Short-sighted vision an 'epidemic' for Kiwi kids

The number of New Zealand children being treated for short-sighted vision are now being described as at "epidemic" levels.

It follows new research that shows the eye condition, also known as myopia, is set to dramatically increase in the coming decades.

Eight-year-old Bella Raynes knows she can't forget her pink glasses when she heads off for school.

"It's really important and I have to wear them at school every day," she says.

That's because Bella has myopia. The condition sees the sufferer's eyeball stretch over time, which puts pressure on the retina. If untreated, it can even lead to blindness.

Bella was diagnosed at just four, and mum Sheena says finding out has really helped her daughter.

"It has really made a difference to what she can see on the board, and things like that, so without them she can't see a whole lot."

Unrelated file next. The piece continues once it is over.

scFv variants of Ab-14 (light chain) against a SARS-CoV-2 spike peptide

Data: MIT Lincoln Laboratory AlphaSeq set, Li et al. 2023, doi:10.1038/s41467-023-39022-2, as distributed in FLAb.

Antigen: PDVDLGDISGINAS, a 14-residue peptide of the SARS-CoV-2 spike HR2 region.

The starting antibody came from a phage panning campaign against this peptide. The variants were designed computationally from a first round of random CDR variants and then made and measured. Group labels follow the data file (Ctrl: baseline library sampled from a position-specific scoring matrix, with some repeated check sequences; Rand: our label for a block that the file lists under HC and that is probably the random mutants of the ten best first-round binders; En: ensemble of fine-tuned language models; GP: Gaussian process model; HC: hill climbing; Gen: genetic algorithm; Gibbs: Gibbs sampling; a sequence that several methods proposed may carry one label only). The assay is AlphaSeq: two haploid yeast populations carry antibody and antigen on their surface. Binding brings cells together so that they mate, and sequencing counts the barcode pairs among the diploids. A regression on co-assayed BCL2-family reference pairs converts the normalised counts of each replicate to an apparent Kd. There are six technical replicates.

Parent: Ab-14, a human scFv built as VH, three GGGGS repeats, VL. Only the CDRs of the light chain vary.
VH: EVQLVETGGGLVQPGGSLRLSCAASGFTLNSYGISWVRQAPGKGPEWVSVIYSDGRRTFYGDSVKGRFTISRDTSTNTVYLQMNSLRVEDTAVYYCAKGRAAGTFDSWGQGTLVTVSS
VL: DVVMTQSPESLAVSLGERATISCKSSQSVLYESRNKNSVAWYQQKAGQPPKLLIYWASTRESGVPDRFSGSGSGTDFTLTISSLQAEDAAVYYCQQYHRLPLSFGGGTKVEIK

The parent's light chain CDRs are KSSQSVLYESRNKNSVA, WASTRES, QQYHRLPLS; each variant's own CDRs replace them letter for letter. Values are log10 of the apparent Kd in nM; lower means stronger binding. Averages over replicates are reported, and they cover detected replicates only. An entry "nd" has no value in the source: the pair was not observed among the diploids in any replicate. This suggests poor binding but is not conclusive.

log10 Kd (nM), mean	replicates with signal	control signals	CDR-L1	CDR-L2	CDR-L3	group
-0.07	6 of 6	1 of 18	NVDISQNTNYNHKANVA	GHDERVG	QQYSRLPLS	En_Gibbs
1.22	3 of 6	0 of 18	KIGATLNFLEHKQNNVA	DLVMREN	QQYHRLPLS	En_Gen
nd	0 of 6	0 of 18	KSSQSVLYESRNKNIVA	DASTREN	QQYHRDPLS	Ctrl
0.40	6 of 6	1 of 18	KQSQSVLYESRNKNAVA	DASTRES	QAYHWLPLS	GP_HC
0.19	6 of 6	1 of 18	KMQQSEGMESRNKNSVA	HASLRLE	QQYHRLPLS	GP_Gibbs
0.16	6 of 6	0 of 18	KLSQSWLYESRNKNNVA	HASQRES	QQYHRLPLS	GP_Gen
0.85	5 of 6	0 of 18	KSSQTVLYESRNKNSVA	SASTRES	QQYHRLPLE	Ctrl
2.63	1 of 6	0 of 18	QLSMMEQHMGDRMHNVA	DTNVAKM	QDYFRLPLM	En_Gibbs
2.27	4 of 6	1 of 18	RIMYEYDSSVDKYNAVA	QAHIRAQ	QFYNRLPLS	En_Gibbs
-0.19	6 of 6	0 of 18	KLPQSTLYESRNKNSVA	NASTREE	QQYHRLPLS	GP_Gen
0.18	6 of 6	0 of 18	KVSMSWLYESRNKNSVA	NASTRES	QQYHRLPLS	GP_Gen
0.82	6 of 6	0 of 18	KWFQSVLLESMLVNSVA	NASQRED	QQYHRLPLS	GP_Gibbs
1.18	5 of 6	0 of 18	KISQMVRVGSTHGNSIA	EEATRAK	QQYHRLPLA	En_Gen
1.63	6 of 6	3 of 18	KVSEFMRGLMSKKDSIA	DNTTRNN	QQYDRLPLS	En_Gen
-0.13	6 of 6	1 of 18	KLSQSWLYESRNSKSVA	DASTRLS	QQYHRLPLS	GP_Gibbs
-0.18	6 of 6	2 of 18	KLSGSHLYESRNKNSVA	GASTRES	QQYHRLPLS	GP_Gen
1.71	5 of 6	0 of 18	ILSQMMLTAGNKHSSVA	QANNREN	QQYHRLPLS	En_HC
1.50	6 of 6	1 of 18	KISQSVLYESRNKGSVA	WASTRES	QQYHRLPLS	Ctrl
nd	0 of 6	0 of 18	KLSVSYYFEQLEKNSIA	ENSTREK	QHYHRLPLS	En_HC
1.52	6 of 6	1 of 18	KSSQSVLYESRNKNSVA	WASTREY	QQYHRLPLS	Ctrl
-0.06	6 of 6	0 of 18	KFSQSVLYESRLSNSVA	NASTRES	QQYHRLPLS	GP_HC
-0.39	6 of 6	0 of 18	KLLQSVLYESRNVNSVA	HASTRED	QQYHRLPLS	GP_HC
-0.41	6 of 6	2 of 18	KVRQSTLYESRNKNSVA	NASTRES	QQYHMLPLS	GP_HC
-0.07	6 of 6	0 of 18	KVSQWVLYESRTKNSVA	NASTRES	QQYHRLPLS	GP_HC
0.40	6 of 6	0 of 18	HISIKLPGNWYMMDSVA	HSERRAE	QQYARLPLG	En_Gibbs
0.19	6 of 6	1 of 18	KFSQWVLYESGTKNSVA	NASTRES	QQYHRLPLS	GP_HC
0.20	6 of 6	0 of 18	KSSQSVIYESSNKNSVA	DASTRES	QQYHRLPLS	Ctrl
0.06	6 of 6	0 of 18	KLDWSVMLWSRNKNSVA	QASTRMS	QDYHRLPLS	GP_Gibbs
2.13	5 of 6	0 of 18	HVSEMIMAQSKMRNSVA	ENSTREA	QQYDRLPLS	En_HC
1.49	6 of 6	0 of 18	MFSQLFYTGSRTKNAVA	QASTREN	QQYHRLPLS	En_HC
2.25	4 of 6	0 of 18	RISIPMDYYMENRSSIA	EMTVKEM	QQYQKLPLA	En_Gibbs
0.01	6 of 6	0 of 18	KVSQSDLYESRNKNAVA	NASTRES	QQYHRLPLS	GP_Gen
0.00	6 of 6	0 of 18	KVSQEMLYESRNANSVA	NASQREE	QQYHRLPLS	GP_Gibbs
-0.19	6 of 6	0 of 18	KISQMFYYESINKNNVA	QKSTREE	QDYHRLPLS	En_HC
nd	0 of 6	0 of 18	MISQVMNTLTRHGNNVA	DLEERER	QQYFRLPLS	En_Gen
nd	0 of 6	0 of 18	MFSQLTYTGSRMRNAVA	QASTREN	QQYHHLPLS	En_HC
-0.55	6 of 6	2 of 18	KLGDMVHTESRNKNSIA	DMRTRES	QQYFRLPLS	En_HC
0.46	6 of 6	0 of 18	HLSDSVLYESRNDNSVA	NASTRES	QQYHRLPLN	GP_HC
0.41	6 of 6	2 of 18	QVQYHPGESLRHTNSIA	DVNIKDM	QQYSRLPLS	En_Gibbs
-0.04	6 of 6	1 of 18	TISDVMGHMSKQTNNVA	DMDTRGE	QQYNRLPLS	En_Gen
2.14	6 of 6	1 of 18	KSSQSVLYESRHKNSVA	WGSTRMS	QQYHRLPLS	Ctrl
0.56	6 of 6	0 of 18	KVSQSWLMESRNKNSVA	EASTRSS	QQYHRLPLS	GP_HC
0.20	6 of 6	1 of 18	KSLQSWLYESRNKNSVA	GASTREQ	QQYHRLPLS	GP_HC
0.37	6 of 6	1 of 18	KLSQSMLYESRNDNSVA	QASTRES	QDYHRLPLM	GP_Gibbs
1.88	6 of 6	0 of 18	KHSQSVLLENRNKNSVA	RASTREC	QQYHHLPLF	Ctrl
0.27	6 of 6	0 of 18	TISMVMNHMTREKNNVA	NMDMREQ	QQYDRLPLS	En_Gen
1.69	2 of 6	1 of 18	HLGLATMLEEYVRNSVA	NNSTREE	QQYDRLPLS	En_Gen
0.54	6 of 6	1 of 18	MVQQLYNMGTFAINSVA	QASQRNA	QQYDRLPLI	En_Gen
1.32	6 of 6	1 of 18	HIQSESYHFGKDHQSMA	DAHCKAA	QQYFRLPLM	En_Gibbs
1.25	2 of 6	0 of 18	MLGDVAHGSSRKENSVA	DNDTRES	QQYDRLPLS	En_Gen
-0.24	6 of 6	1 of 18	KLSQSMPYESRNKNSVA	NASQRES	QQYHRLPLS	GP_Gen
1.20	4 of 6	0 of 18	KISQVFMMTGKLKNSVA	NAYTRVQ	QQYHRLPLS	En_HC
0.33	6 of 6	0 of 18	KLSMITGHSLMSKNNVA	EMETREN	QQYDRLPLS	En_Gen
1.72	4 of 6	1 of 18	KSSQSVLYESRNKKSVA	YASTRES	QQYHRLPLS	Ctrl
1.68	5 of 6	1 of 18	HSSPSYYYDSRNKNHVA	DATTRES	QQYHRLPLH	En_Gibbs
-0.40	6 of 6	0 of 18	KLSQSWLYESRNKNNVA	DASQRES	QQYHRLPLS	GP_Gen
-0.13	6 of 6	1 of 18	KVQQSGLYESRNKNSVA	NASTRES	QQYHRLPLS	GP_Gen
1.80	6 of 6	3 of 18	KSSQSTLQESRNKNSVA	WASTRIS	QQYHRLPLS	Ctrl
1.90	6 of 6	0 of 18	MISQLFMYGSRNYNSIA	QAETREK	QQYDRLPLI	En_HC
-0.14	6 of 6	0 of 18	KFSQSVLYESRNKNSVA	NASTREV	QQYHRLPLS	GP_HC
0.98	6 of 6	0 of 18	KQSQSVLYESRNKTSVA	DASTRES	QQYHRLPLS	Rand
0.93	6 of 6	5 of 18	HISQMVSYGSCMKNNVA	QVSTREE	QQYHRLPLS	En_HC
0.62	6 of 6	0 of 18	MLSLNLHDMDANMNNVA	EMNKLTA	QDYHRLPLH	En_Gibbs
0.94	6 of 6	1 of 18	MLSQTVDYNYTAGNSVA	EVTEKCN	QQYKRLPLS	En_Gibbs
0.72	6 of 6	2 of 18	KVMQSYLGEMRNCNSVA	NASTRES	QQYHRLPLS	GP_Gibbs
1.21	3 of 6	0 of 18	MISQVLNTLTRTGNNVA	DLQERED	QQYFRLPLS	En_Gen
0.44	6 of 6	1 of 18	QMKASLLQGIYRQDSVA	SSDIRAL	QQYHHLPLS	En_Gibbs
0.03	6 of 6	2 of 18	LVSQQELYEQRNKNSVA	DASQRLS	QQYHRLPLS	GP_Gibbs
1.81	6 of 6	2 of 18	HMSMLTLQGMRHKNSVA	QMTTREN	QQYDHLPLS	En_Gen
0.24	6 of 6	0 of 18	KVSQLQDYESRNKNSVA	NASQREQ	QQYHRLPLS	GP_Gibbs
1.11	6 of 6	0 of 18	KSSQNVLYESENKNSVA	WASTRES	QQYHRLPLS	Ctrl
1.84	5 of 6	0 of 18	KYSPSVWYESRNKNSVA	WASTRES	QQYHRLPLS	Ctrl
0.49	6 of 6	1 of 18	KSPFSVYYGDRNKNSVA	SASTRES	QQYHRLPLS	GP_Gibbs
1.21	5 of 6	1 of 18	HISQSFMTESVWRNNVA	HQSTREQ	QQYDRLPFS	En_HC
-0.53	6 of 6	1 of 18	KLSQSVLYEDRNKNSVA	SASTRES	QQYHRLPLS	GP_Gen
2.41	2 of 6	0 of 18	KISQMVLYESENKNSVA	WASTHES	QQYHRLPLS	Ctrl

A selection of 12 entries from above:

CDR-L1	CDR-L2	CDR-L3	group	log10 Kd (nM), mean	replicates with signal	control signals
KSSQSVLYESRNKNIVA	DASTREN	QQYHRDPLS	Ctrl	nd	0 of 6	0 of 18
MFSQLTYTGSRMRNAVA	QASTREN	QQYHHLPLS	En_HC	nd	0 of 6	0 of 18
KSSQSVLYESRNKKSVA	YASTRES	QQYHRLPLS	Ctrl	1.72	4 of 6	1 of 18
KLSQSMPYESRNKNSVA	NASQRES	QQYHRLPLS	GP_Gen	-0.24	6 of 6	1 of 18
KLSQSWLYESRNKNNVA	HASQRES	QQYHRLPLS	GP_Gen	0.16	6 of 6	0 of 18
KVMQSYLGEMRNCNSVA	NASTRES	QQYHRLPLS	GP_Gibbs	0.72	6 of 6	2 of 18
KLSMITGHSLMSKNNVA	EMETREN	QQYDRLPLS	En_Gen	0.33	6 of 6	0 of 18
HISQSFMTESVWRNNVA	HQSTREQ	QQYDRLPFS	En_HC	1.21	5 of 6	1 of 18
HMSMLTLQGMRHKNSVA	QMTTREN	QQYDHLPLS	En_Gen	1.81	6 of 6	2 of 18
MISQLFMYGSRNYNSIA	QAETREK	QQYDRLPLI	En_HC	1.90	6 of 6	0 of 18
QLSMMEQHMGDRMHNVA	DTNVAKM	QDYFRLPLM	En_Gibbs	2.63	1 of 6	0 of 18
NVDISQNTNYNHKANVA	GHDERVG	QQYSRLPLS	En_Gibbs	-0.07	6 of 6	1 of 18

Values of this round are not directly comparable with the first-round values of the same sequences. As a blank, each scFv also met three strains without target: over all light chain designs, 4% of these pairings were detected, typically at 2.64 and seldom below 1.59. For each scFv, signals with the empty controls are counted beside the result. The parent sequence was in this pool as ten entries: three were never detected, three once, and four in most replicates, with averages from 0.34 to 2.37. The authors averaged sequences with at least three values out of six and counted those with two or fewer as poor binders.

Bella isn't alone though. Right now thousands of Kiwi kids are also living with myopia. The Association of Optometrists says the problem is getting much worse.

Wellington optometrist Andrew Sangster says he's often treating the condition among kids, and he says screen time is part of the problem.

"Children are spending more time on devices and on their computers. These days it's more of a digital environment in the classroom."

It comes as research published in the British Journal of Ophthalmology in recent weeks showed 10 million people worldwide suffered from myopia in 2010. But by 2050, that number is expected to rise five-fold, to 55 million.

But there is a solution, and that's early diagnosis. Mr Sangster says it pays to check, because your kids might not even know something's wrong.

"The children may not be aware that the way they see the world... is not the way they could ideally see the world," he says.

For Bella and her mum Sheena, that's a message they want every family to take seriously.